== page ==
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February 29, 2012

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Matt

Slow clap for that "hack license" line. Bravo.

bill

"One thing I didn't get to complain about in my review is how every damn movie depicting a twelve-step program meeting invariably bathes whatever room in question in sickly green flourescent light, right before invariably commencing an entirely perfunctory montage showing that Recovering Addicts Come From All Walks Of Life And Isn't That Wonderful."

Not in BREAKING BAD! Which I know isn't a movie, but still!

LexG

Some critic at "JoBlo's Movie Emporium" is claiming this is De Niro's *all-time* best performance. Like, of all time. Which I guess means better than Raging Bull, Taxi Driver, Once Upon a Time in America, True Confessions, Mean Streets, Deer Hunter, etc etc etc. That's a tall order. Anybody buying this? Confirm or deny?

I will say I think post-'97 De Niro takes WAY too much shit from movie fans; I mean, the guy's pushing 70 and no longer physically looks he's possessed of a coiled, raging physical intensity; I mean, does your own DAD still run around in a Mohawk acting all magnetic and intense and insane at 70 years old? Plenty of his post-Jackie Brown stuff has been just fine-- Ronin, City by the Sea, Good Shepherd, Stone... No one would go along with this, but he even shows signs of alertness in Righteous Kill, though I know that isn't a high mark to shoot for; But the "De Niro doesn't care anymore!" ranting sort of presupposes that he struck gold every time out in his electric years, but that's not true: For every Taxi Driver, there was a Last Tycoon (good movie, but RD is on snooze patrol in it), for every GoodFellas a Stanley & Iris... and two or three Night and the City/Guilty By Suspicion potboilers that he could've done in his sleep. It wasn't Bickle and Cady every time out of the gate even when he was on fire.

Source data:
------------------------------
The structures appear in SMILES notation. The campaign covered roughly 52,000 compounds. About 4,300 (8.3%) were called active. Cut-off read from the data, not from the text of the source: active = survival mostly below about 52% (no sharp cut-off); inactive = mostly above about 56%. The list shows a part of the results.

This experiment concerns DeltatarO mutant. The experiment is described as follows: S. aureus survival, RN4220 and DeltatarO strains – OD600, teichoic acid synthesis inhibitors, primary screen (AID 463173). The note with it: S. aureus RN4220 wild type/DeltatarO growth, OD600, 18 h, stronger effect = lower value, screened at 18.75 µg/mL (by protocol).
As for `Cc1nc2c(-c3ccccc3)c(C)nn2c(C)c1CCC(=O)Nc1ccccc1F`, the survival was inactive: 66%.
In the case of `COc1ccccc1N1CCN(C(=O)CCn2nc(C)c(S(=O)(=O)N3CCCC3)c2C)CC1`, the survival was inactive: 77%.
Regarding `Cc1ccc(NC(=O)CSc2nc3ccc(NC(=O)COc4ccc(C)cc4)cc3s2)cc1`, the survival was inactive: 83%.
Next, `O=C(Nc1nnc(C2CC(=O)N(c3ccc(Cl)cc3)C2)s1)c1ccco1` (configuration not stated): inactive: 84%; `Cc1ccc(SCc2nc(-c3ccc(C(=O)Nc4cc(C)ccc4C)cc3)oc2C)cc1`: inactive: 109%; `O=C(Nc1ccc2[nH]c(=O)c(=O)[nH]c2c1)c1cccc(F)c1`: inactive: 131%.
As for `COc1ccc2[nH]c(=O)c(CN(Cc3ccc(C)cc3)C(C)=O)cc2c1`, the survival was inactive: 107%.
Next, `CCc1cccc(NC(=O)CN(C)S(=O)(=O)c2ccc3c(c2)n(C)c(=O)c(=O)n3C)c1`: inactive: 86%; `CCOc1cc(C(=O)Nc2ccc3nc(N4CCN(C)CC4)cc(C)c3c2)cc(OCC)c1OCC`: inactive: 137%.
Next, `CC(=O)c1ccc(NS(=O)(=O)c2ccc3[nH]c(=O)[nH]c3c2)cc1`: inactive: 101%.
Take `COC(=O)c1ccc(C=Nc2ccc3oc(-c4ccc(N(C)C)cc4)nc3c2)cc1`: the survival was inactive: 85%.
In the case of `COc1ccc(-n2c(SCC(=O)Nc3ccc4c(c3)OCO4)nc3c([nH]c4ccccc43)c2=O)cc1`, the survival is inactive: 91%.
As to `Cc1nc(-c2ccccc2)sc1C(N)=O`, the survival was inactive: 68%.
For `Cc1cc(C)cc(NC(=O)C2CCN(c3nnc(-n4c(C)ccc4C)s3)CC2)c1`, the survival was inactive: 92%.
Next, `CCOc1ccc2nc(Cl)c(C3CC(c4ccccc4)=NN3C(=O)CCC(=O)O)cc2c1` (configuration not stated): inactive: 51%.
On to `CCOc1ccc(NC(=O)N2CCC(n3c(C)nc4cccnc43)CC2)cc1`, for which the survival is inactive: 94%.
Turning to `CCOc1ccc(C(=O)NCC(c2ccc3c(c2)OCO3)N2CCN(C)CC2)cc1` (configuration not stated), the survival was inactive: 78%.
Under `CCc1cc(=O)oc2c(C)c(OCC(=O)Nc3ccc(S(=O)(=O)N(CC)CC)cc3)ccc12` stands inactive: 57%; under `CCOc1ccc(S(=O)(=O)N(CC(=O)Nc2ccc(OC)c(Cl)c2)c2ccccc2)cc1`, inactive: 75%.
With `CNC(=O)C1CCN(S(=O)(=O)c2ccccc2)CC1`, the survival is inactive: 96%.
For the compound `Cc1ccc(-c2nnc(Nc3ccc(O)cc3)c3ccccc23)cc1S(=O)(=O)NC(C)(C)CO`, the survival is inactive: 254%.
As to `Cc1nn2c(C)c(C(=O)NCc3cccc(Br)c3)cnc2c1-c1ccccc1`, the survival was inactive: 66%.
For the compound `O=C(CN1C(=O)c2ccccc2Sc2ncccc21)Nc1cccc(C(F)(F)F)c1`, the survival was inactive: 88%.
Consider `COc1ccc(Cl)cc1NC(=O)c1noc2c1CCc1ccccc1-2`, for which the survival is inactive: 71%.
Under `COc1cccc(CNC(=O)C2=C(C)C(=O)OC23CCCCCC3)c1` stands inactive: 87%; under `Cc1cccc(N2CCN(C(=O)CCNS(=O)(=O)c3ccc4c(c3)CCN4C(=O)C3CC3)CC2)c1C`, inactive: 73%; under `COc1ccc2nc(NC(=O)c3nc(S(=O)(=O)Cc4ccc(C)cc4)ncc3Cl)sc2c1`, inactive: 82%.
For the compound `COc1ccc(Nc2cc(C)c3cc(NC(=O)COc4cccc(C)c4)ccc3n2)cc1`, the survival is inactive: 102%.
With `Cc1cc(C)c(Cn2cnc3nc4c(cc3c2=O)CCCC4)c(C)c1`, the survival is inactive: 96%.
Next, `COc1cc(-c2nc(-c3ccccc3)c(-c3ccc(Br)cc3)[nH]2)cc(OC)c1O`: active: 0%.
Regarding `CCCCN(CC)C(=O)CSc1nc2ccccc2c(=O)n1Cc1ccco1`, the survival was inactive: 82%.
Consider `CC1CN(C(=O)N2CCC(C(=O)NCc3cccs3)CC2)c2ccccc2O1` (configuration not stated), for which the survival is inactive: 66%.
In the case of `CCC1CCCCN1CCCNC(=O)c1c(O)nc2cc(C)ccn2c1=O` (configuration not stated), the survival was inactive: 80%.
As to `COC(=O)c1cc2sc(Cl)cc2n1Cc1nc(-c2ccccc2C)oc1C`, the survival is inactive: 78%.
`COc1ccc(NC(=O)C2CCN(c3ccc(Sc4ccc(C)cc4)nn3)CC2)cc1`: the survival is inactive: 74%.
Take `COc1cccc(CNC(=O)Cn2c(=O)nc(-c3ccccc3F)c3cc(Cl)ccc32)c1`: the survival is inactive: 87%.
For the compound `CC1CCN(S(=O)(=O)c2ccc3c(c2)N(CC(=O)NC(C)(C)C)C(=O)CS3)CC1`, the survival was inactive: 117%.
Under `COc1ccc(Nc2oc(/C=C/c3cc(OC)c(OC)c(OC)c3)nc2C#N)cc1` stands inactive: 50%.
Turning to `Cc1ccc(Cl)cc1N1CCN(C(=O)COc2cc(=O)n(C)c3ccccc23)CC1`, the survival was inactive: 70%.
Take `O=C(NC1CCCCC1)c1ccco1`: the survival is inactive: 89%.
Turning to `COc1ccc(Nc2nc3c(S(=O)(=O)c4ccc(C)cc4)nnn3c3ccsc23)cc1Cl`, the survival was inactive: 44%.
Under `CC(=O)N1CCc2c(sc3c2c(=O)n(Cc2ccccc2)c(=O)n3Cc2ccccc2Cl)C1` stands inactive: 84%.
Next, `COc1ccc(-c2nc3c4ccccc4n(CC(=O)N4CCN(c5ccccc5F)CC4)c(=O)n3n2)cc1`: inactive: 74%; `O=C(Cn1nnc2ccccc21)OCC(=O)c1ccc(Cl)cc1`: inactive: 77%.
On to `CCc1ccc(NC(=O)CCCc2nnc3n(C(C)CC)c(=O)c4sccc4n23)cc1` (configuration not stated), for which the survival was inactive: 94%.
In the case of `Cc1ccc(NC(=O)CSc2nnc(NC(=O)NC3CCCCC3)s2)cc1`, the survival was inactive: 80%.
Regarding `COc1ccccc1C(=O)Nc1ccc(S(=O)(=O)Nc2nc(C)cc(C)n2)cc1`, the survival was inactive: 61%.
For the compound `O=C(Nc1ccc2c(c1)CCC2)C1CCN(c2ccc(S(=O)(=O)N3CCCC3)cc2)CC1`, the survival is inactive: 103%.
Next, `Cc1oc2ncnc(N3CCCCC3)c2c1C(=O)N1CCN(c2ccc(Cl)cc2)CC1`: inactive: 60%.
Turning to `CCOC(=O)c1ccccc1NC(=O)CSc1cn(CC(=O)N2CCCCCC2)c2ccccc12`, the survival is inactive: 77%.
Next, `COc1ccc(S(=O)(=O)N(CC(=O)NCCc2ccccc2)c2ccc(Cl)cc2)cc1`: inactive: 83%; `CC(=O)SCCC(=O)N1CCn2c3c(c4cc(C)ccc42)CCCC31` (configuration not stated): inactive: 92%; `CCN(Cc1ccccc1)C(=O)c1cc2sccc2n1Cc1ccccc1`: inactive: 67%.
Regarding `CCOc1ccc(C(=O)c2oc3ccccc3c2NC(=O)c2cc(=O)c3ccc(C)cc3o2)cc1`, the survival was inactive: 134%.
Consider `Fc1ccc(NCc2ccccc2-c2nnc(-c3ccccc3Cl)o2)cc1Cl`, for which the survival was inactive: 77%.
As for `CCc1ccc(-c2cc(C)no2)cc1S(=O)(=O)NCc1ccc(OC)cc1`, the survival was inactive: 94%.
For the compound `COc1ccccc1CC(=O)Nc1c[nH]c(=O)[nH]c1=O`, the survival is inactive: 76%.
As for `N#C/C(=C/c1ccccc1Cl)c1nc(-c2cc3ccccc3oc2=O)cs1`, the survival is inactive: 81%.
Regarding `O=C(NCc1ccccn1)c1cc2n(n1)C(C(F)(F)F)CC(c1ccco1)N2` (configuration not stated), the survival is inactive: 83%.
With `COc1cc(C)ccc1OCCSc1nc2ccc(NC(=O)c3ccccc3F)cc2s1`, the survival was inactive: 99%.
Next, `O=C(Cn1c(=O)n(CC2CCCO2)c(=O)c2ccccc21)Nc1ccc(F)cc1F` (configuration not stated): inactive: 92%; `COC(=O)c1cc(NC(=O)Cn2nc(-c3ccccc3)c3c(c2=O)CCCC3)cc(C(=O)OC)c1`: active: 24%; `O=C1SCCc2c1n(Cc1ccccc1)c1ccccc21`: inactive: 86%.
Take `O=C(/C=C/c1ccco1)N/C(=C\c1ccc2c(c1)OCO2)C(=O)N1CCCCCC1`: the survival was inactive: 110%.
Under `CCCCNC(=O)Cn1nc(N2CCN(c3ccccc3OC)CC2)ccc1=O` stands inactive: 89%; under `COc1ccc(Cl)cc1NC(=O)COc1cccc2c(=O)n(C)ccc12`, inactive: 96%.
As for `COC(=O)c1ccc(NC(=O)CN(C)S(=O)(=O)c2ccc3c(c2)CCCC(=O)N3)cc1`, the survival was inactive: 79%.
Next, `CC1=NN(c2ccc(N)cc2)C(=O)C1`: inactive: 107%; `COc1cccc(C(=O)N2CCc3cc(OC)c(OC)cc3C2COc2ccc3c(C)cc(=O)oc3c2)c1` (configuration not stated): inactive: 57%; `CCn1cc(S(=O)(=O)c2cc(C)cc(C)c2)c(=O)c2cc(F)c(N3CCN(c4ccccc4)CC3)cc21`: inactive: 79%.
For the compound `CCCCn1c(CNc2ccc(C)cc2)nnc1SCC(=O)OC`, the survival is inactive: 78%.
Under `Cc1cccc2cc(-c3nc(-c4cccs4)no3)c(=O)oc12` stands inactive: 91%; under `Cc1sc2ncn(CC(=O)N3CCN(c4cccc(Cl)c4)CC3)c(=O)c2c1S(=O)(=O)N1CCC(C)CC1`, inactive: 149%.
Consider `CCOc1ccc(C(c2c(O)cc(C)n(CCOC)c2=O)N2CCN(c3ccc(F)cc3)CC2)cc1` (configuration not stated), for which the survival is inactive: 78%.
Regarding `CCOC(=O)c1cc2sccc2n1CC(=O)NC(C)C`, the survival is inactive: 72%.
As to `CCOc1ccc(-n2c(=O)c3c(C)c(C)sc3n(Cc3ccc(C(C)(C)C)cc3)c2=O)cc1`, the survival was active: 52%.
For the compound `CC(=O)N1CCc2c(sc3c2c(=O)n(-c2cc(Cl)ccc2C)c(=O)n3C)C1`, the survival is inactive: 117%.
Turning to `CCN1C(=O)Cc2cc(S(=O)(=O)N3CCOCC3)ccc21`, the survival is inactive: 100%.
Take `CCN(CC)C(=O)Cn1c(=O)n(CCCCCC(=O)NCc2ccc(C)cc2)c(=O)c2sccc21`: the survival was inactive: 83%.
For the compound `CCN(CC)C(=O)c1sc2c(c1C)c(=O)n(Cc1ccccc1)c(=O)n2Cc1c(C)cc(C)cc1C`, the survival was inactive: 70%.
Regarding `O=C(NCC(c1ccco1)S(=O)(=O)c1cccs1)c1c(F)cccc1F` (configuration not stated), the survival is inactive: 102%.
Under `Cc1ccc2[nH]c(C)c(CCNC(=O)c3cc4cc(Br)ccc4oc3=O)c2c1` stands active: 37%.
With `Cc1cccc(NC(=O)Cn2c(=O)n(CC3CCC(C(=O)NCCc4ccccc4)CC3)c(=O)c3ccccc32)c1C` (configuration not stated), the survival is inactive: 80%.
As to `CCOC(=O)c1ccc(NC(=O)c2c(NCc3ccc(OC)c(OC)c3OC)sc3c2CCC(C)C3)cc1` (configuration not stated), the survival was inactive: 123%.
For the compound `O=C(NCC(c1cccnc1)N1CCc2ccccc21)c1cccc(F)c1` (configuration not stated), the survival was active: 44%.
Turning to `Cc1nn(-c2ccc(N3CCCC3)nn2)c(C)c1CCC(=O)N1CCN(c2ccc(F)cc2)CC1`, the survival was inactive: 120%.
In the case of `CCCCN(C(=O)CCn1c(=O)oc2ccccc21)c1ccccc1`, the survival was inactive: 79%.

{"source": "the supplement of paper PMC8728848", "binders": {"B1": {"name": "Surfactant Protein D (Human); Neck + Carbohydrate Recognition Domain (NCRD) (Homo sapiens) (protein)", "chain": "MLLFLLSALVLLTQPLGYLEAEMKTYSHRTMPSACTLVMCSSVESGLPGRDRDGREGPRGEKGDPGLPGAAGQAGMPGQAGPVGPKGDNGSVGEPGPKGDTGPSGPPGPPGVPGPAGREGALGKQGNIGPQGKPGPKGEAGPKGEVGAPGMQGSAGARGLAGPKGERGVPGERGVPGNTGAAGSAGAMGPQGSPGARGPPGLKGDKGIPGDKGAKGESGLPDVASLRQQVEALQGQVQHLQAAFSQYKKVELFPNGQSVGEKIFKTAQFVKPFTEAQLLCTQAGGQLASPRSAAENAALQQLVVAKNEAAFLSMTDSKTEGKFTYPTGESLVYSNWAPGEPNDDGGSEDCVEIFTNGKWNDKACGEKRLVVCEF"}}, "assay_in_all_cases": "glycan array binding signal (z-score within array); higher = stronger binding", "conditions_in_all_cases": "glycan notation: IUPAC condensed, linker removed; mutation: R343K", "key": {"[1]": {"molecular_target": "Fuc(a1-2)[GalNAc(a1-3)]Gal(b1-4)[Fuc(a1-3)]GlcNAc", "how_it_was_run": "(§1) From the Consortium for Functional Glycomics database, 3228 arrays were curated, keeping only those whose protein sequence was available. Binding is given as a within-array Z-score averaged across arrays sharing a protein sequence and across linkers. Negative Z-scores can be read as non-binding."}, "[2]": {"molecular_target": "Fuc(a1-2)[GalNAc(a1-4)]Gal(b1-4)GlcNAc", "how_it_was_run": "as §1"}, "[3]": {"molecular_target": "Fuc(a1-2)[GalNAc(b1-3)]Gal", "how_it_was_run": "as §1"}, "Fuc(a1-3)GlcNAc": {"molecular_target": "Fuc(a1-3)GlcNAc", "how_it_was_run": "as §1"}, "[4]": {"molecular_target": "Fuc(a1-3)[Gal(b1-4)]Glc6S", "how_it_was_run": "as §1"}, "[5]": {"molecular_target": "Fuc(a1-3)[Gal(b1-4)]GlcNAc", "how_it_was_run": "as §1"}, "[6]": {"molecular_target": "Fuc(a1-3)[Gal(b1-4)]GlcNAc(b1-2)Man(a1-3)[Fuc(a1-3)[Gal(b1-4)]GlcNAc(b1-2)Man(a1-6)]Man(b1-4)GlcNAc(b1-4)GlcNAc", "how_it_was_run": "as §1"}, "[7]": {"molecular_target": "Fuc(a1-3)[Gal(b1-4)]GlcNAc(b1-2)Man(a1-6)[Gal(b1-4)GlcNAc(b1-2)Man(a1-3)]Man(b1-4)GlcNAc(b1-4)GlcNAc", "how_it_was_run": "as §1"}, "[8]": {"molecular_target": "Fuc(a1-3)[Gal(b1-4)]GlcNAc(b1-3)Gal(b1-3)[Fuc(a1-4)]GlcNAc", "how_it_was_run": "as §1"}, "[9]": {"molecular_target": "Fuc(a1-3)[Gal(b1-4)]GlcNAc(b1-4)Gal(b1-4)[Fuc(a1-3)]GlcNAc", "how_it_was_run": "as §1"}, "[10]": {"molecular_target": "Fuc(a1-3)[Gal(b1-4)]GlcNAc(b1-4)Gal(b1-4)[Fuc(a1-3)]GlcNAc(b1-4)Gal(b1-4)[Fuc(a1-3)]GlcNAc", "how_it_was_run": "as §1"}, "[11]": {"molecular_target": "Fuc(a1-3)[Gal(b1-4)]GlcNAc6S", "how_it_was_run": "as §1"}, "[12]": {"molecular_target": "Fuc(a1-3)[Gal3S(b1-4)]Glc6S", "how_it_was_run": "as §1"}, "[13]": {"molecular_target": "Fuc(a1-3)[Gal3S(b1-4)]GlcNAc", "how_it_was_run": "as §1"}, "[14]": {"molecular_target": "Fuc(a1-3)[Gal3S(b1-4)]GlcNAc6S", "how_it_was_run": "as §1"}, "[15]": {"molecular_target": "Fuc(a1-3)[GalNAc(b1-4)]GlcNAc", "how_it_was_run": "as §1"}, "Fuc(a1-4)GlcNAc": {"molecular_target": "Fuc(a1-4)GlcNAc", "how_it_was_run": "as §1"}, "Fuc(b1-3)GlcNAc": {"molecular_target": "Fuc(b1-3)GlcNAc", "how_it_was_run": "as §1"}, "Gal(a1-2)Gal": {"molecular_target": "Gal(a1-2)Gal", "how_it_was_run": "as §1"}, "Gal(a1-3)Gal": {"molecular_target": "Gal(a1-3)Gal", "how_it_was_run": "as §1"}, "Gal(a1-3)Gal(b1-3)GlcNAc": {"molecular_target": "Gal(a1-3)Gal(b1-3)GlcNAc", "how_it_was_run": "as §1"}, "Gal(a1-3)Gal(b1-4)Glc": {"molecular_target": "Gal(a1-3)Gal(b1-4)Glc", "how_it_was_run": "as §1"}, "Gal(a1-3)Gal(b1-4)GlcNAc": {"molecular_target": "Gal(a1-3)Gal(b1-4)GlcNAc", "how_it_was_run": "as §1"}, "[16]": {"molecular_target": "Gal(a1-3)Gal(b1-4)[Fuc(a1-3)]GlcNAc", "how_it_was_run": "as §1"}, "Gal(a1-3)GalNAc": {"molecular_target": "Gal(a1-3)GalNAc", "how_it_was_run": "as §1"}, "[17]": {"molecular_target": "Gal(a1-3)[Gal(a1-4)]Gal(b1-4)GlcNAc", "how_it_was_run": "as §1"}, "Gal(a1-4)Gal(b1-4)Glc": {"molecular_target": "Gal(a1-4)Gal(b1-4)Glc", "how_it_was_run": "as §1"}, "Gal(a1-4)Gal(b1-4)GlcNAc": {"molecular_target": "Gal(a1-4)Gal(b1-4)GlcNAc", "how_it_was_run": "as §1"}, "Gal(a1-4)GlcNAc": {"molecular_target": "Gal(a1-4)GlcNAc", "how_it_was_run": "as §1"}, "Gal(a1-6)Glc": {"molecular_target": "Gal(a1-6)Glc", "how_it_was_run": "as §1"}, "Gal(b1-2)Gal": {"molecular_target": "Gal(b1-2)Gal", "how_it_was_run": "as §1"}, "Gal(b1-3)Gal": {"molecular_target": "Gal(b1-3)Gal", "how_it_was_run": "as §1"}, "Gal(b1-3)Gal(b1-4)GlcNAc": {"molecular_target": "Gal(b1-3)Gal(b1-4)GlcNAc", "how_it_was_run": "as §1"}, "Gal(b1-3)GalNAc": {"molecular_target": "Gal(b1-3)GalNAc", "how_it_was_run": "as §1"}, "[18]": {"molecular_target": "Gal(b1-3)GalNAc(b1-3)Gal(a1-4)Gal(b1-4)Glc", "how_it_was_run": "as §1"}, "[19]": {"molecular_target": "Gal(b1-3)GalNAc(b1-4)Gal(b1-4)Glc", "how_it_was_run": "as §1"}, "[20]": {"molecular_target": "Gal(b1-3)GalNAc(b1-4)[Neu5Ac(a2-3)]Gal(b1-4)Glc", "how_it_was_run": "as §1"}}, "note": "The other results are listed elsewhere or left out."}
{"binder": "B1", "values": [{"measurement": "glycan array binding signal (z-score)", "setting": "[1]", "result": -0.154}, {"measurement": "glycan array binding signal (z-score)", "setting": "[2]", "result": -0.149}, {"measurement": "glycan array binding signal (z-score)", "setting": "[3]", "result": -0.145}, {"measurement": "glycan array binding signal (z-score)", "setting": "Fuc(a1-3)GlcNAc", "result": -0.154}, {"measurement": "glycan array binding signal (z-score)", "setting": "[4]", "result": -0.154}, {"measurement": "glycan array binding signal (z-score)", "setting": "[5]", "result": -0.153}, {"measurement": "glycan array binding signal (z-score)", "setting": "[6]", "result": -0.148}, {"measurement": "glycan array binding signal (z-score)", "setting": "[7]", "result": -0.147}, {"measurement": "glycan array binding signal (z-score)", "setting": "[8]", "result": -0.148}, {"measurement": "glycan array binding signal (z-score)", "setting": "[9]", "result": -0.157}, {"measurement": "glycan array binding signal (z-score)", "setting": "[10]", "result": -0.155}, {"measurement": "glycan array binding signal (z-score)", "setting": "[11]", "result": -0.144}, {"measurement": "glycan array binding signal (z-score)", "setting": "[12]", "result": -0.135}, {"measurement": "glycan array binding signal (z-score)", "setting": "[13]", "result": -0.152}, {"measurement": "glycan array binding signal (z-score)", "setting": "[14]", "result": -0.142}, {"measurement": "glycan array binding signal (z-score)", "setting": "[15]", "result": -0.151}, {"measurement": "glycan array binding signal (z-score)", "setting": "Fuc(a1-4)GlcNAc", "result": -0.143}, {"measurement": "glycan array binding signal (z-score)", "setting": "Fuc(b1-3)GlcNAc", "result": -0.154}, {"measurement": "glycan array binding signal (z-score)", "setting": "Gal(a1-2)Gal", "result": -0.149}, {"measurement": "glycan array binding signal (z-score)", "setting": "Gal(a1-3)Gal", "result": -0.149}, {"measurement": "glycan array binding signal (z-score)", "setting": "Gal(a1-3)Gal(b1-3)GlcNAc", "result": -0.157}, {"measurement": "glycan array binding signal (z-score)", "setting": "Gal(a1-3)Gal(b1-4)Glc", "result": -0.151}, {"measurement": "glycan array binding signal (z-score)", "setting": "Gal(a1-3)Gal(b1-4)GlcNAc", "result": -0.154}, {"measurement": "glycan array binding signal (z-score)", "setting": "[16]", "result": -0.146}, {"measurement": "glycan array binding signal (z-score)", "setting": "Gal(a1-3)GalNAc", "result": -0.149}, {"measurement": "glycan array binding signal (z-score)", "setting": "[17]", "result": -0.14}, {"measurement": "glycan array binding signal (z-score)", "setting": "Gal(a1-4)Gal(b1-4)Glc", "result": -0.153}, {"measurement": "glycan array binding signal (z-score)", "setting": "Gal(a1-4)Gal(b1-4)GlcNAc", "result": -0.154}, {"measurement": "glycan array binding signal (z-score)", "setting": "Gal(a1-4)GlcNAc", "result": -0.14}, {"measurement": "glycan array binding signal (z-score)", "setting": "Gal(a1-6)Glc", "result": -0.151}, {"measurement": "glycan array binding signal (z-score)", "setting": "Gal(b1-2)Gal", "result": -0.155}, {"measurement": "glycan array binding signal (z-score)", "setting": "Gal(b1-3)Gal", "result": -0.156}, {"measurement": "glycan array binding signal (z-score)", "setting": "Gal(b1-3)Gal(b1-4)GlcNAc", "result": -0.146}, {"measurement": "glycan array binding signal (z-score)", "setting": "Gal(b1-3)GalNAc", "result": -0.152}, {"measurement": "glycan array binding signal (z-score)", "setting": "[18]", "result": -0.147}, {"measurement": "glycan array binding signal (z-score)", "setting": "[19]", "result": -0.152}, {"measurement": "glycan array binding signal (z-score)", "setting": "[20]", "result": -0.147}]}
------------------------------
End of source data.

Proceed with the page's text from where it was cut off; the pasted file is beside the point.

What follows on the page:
Nort

Refn's PUSHER III takes a different approach to the recovery meeting, but of course that's a European movie...

Oliver_C

LexG defending extreme and erratic variations in one's performance; how apposite.

Glenn Kenny

Aw, lay off OC; the points Mr. G makes here are well-taken.Little positive reinforcement might be the order of the day.

I wrote a piece about De Niro a few years back saying that at this stage of his career he doesn't owe the rest of us anything. That goes both ways of course.And while I don't agree with ALL of LG's citations, I do think the Once-Unimpeachable De Niro constrct is just that.

bosque

It's not post-'97 it's post-'85, DeNiro stopped caring after King of Comedy.

Michael Adams

"DeNiro stopped caring after King of Comedy."

He gives great, subtle performances in Heat and Wag the Dog.

Michael Dempsey

De Niro is also fully engaged and riveting in "Ronin".

warren oates

What's wrong with De Niro's work in those MEET THE PARENTS or ANALYZE THIS/THAT movies too? They are age appropriate roles, performances that are right for the films and ones that knowingly self-parody the intensity of his earlier career. Sure I wish all great American actors could age the way Newman did, turning in excellent performances in interesting films right up to the end. But the truth is sometimes that actors just like working. And there's not that much truly good work out there in general, let alone meaty roles for older folks who still seek some kind of lead status. Look at Dustin Hoffman, who has had pretty much one great opportunity in the last decade or so in I HEART HUCKABEES and the rest was mostly biding his time and paying the bills. Hopefully, LUCK will be good enough to keep him going for a while.

That Fuzzy Bastard

Yeah, I agree that De Niro's comedy roles are underrated (as comedy tends to be). Anyone have thoughts on FLAWLESS?

Tom Block

He's also good in "15 Minutes", which isn't the complete bag of shit it looks like. (Which isn't to say it's *totally* santorum-free either.) He plays a homicide cop with a Jack Vincennes-like tabloid-following, a part he could've swamped with "charisma", but instead he plays it in low-key notes.

Owain Wilson

I'm a sucker for Falling In Love.

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